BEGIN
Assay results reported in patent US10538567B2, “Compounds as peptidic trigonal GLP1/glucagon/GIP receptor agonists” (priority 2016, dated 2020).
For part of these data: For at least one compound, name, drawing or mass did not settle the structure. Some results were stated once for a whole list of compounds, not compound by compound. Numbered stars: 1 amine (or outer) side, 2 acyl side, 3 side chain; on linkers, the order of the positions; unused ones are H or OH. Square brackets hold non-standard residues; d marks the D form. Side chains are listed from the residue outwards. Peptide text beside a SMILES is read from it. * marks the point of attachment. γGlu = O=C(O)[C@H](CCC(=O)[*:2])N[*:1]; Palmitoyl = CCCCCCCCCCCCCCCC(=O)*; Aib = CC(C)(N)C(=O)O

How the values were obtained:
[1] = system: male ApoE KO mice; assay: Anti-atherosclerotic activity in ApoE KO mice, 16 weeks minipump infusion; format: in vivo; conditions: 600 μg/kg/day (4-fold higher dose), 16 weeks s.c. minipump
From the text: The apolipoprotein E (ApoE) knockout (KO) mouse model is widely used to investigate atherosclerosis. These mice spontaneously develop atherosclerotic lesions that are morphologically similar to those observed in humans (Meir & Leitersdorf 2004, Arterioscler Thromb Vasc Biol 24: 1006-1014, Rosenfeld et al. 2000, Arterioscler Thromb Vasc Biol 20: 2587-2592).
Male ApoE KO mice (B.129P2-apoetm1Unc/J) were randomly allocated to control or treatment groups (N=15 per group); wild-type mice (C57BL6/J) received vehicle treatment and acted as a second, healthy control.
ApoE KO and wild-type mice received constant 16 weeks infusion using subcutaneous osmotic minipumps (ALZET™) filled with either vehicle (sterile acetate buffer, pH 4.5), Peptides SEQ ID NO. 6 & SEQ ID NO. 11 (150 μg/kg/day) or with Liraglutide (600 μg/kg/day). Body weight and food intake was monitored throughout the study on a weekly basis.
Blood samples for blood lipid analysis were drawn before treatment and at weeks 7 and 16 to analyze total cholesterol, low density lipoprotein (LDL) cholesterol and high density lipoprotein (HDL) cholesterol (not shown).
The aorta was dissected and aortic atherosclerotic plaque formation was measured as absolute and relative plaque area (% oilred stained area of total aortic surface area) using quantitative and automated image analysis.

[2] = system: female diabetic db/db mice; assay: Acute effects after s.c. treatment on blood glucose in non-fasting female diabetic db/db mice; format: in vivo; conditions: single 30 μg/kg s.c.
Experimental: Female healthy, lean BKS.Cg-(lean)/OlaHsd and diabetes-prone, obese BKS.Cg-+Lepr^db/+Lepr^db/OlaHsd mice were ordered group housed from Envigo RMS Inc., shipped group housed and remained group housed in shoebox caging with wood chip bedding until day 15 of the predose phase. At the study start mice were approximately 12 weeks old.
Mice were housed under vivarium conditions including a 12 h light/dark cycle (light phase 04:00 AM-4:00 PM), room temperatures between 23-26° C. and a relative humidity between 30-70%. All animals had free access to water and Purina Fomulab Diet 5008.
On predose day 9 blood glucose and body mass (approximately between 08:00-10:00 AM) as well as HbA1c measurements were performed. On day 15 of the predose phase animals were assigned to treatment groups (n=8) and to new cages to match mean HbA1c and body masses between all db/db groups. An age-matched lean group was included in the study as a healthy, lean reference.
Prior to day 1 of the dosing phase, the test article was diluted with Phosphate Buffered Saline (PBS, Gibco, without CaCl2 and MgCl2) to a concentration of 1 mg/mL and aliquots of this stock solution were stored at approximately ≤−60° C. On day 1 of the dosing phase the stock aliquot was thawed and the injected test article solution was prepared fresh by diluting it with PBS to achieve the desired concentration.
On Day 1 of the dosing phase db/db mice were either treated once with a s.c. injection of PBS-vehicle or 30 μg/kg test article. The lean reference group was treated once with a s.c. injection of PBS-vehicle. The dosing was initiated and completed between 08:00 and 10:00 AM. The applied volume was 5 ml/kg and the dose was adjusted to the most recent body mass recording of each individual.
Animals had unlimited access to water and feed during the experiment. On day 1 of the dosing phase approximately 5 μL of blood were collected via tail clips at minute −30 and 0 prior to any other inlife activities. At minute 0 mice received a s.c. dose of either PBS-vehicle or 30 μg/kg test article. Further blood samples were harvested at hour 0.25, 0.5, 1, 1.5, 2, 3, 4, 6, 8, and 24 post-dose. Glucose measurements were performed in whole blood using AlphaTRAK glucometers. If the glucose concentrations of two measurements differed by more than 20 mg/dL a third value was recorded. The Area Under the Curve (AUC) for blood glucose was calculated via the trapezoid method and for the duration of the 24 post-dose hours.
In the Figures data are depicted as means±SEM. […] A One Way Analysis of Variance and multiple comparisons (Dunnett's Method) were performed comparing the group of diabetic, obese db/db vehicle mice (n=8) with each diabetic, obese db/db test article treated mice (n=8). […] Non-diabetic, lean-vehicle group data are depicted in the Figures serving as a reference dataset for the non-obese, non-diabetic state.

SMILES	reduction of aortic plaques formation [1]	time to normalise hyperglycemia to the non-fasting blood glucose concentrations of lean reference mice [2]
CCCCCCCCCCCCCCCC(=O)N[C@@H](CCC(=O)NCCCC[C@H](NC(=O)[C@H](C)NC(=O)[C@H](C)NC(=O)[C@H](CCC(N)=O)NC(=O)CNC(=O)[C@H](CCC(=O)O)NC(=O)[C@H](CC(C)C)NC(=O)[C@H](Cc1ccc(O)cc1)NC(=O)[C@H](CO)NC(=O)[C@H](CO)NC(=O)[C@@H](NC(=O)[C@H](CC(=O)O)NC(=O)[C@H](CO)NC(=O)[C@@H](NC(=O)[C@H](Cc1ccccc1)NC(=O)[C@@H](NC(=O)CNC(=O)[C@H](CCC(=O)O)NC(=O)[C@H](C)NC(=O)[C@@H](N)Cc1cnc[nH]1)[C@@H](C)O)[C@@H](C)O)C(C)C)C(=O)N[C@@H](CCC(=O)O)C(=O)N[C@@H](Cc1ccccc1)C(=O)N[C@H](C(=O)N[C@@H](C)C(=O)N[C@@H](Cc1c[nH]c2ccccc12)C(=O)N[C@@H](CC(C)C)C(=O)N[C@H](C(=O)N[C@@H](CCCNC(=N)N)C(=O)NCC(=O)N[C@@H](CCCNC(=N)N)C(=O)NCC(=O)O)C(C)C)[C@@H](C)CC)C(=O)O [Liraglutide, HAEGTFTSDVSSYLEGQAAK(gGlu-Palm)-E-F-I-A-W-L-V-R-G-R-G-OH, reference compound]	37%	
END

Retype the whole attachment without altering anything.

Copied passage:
Assay results reported in patent US10538567B2, “Compounds as peptidic trigonal GLP1/glucagon/GIP receptor agonists” (priority 2016, dated 2020).
For part of these data: For at least one compound, name, drawing or mass did not settle the structure. Some results were stated once for a whole list of compounds, not compound by compound. Numbered stars: 1 amine (or outer) side, 2 acyl side, 3 side chain; on linkers, the order of the positions; unused ones are H or OH. Square brackets hold non-standard residues; d marks the D form. Side chains are listed from the residue outwards. Peptide text beside a SMILES is read from it. * marks the point of attachment. γGlu = O=C(O)[C@H](CCC(=O)[*:2])N[*:1]; Palmitoyl = CCCCCCCCCCCCCCCC(=O)*; Aib = CC(C)(N)C(=O)O

How the values were obtained:
[1] = system: male ApoE KO mice; assay: Anti-atherosclerotic activity in ApoE KO mice, 16 weeks minipump infusion; format: in vivo; conditions: 600 μg/kg/day (4-fold higher dose), 16 weeks s.c. minipump
From the text: The apolipoprotein E (ApoE) knockout (KO) mouse model is widely used to investigate atherosclerosis. These mice spontaneously develop atherosclerotic lesions that are morphologically similar to those observed in humans (Meir & Leitersdorf 2004, Arterioscler Thromb Vasc Biol 24: 1006-1014, Rosenfeld et al. 2000, Arterioscler Thromb Vasc Biol 20: 2587-2592).
Male ApoE KO mice (B.129P2-apoetm1Unc/J) were randomly allocated to control or treatment groups (N=15 per group); wild-type mice (C57BL6/J) received vehicle treatment and acted as a second, healthy control.
ApoE KO and wild-type mice received constant 16 weeks infusion using subcutaneous osmotic minipumps (ALZET™) filled with either vehicle (sterile acetate buffer, pH 4.5), Peptides SEQ ID NO. 6 & SEQ ID NO. 11 (150 μg/kg/day) or with Liraglutide (600 μg/kg/day). Body weight and food intake was monitored throughout the study on a weekly basis.
Blood samples for blood lipid analysis were drawn before treatment and at weeks 7 and 16 to analyze total cholesterol, low density lipoprotein (LDL) cholesterol and high density lipoprotein (HDL) cholesterol (not shown).
The aorta was dissected and aortic atherosclerotic plaque formation was measured as absolute and relative plaque area (% oilred stained area of total aortic surface area) using quantitative and automated image analysis.

[2] = system: female diabetic db/db mice; assay: Acute effects after s.c. treatment on blood glucose in non-fasting female diabetic db/db mice; format: in vivo; conditions: single 30 μg/kg s.c.
Experimental: Female healthy, lean BKS.Cg-(lean)/OlaHsd and diabetes-prone, obese BKS.Cg-+Lepr^db/+Lepr^db/OlaHsd mice were ordered group housed from Envigo RMS Inc., shipped group housed and remained group housed in shoebox caging with wood chip bedding until day 15 of the predose phase. At the study start mice were approximately 12 weeks old.
Mice were housed under vivarium conditions including a 12 h light/dark cycle (light phase 04:00 AM-4:00 PM), room temperatures between 23-26° C. and a relative humidity between 30-70%. All animals had free access to water and Purina Fomulab Diet 5008.
On predose day 9 blood glucose and body mass (approximately between 08:00-10:00 AM) as well as HbA1c measurements were performed. On day 15 of the predose phase animals were assigned to treatment groups (n=8) and to new cages to match mean HbA1c and body masses between all db/db groups. An age-matched lean group was included in the study as a healthy, lean reference.
Prior to day 1 of the dosing phase, the test article was diluted with Phosphate Buffered Saline (PBS, Gibco, without CaCl2 and MgCl2) to a concentration of 1 mg/mL and aliquots of this stock solution were stored at approximately ≤−60° C. On day 1 of the dosing phase the stock aliquot was thawed and the injected test article solution was prepared fresh by diluting it with PBS to achieve the desired concentration.
On Day 1 of the dosing phase db/db mice were either treated once with a s.c. injection of PBS-vehicle or 30 μg/kg test article. The lean reference group was treated once with a s.c. injection of PBS-vehicle. The dosing was initiated and completed between 08:00 and 10:00 AM. The applied volume was 5 ml/kg and the dose was adjusted to the most recent body mass recording of each individual.
Animals had unlimited access to water and feed during the experiment. On day 1 of the dosing phase approximately 5 μL of blood were collected via tail clips at minute −30 and 0 prior to any other inlife activities. At minute 0 mice received a s.c. dose of either PBS-vehicle or 30 μg/kg test article. Further blood samples were harvested at hour 0.25, 0.5, 1, 1.5, 2, 3, 4, 6, 8, and 24 post-dose. Glucose measurements were performed in whole blood using AlphaTRAK glucometers. If the glucose concentrations of two measurements differed by more than 20 mg/dL a third value was recorded. The Area Under the Curve (AUC) for blood glucose was calculated via the trapezoid method and for the duration of the 24 post-dose hours.
In the Figures data are depicted as means±SEM. […] A One Way Analysis of Variance and multiple comparisons (Dunnett's Method) were performed comparing the group of diabetic, obese db/db vehicle mice (n=8) with each diabetic, obese db/db test article treated mice (n=8). […] Non-diabetic, lean-vehicle group data are depicted in the Figures serving as a reference dataset for the non-obese, non-diabetic state.

SMILES	reduction of aortic plaques formation [1]	time to normalise hyperglycemia to the non-fasting blood glucose concentrations of lean reference mice [2]
CCCCCCCCCCCCCCCC(=O)N[C@@H](CCC(=O)NCCCC[C@H](NC(=O)[C@H](C)NC(=O)[C@H](C)NC(=O)[C@H](CCC(N)=O)NC(=O)CNC(=O)[C@H](CCC(=O)O)NC(=O)[C@H](CC(C)C)NC(=O)[C@H](Cc1ccc(O)cc1)NC(=O)[C@H](CO)NC(=O)[C@H](CO)NC(=O)[C@@H](NC(=O)[C@H](CC(=O)O)NC(=O)[C@H](CO)NC(=O)[C@@H](NC(=O)[C@H](Cc1ccccc1)NC(=O)[C@@H](NC(=O)CNC(=O)[C@H](CCC(=O)O)NC(=O)[C@H](C)NC(=O)[C@@H](N)Cc1cnc[nH]1)[C@@H](C)O)[C@@H](C)O)C(C)C)C(=O)N[C@@H](CCC(=O)O)C(=O)N[C@@H](Cc1ccccc1)C(=O)N[C@H](C(=O)N[C@@H](C)C(=O)N[C@@H](Cc1c[nH]c2ccccc12)C(=O)N[C@@H](CC(C)C)C(=O)N[C@H](C(=O)N[C@@H](CCCNC(=N)N)C(=O)NCC(=O)N[C@@H](CCCNC(=N)N)C(=O)NCC(=O)O)C(C)C)[C@@H](C)CC)C(=O)O [Liraglutide, HAEGTFTSDVSSYLEGQAAK(gGlu-Palm)-E-F-I-A-W-L-V-R-G-R-G-OH, reference compound]	37%	